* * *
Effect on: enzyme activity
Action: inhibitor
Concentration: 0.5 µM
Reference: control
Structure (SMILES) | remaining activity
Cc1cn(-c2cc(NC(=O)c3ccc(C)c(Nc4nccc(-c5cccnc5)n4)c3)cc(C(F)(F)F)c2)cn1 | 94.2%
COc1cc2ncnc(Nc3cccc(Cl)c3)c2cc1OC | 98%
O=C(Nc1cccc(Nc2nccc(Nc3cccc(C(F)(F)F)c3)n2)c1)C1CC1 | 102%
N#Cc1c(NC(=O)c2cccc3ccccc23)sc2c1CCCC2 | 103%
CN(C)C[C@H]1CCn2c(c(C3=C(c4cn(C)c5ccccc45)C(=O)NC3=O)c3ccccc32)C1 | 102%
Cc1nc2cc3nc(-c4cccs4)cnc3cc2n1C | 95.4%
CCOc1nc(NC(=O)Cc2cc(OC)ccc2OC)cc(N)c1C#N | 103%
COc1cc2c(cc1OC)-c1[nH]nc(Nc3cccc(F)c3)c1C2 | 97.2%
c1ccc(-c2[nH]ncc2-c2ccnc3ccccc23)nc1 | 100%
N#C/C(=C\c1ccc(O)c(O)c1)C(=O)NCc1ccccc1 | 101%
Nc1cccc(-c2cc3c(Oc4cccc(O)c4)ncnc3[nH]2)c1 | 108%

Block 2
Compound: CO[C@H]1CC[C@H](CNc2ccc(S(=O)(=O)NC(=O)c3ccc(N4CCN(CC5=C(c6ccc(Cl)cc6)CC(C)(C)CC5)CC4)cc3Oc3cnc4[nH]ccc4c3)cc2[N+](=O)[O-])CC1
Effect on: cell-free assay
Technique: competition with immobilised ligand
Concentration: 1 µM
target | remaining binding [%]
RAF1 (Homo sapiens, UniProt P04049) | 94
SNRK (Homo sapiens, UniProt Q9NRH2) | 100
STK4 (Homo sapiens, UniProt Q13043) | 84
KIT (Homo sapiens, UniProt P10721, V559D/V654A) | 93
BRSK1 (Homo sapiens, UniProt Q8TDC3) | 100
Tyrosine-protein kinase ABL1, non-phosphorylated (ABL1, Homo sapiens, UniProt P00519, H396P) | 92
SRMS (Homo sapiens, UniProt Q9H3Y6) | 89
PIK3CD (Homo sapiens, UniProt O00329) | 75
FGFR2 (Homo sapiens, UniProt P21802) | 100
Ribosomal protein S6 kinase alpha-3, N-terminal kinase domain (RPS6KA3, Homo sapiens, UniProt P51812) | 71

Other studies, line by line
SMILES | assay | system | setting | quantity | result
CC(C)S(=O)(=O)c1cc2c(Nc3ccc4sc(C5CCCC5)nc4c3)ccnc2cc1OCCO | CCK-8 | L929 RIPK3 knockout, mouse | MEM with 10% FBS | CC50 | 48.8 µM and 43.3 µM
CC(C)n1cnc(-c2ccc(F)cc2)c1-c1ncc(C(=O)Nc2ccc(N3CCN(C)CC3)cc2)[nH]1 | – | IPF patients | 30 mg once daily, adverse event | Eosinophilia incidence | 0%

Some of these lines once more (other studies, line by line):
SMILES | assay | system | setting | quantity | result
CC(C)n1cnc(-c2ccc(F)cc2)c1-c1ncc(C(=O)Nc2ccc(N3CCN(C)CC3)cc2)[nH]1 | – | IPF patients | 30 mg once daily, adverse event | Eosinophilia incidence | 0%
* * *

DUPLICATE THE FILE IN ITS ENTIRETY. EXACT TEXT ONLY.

Effect on: enzyme activity
Action: inhibitor
Concentration: 0.5 µM
Reference: control
Structure (SMILES) | remaining activity
Cc1cn(-c2cc(NC(=O)c3ccc(C)c(Nc4nccc(-c5cccnc5)n4)c3)cc(C(F)(F)F)c2)cn1 | 94.2%
COc1cc2ncnc(Nc3cccc(Cl)c3)c2cc1OC | 98%
O=C(Nc1cccc(Nc2nccc(Nc3cccc(C(F)(F)F)c3)n2)c1)C1CC1 | 102%
N#Cc1c(NC(=O)c2cccc3ccccc23)sc2c1CCCC2 | 103%
CN(C)C[C@H]1CCn2c(c(C3=C(c4cn(C)c5ccccc45)C(=O)NC3=O)c3ccccc32)C1 | 102%
Cc1nc2cc3nc(-c4cccs4)cnc3cc2n1C | 95.4%
CCOc1nc(NC(=O)Cc2cc(OC)ccc2OC)cc(N)c1C#N | 103%
COc1cc2c(cc1OC)-c1[nH]nc(Nc3cccc(F)c3)c1C2 | 97.2%
c1ccc(-c2[nH]ncc2-c2ccnc3ccccc23)nc1 | 100%
N#C/C(=C\c1ccc(O)c(O)c1)C(=O)NCc1ccccc1 | 101%
Nc1cccc(-c2cc3c(Oc4cccc(O)c4)ncnc3[nH]2)c1 | 108%

Block 2
Compound: CO[C@H]1CC[C@H](CNc2ccc(S(=O)(=O)NC(=O)c3ccc(N4CCN(CC5=C(c6ccc(Cl)cc6)CC(C)(C)CC5)CC4)cc3Oc3cnc4[nH]ccc4c3)cc2[N+](=O)[O-])CC1
Effect on: cell-free assay
Technique: competition with immobilised ligand
Concentration: 1 µM
target | remaining binding [%]
RAF1 (Homo sapiens, UniProt P04049) | 94
SNRK (Homo sapiens, UniProt Q9NRH2) | 100
STK4 (Homo sapiens, UniProt Q13043) | 84
KIT (Homo sapiens, UniProt P10721, V559D/V654A) | 93
BRSK1 (Homo sapiens, UniProt Q8TDC3) | 100
Tyrosine-protein kinase ABL1, non-phosphorylated (ABL1, Homo sapiens, UniProt P00519, H396P) | 92
SRMS (Homo sapiens, UniProt Q9H3Y6) | 89
PIK3CD (Homo sapiens, UniProt O00329) | 75
FGFR2 (Homo sapiens, UniProt P21802) | 100
Ribosomal protein S6 kinase alpha-3, N-terminal kinase domain (RPS6KA3, Homo sapiens, UniProt P51812) | 71

Other studies, line by line
SMILES | assay | system | setting | quantity | result
CC(C)S(=O)(=O)c1cc2c(Nc3ccc4sc(C5CCCC5)nc4c3)ccnc2cc1OCCO | CCK-8 | L929 RIPK3 knockout, mouse | MEM with 10% FBS | CC50 | 48.8 µM and 43.3 µM
CC(C)n1cnc(-c2ccc(F)cc2)c1-c1ncc(C(=O)Nc2ccc(N3CCN(C)CC3)cc2)[nH]1 | – | IPF patients | 30 mg once daily, adverse event | Eosinophilia incidence | 0%

Some of these lines once more (other studies, line by line):
SMILES | assay | system | setting | quantity | result
CC(C)n1cnc(-c2ccc(F)cc2)c1-c1ncc(C(=O)Nc2ccc(N3CCN(C)CC3)cc2)[nH]1 | – | IPF patients | 30 mg once daily, adverse event | Eosinophilia incidence | 0%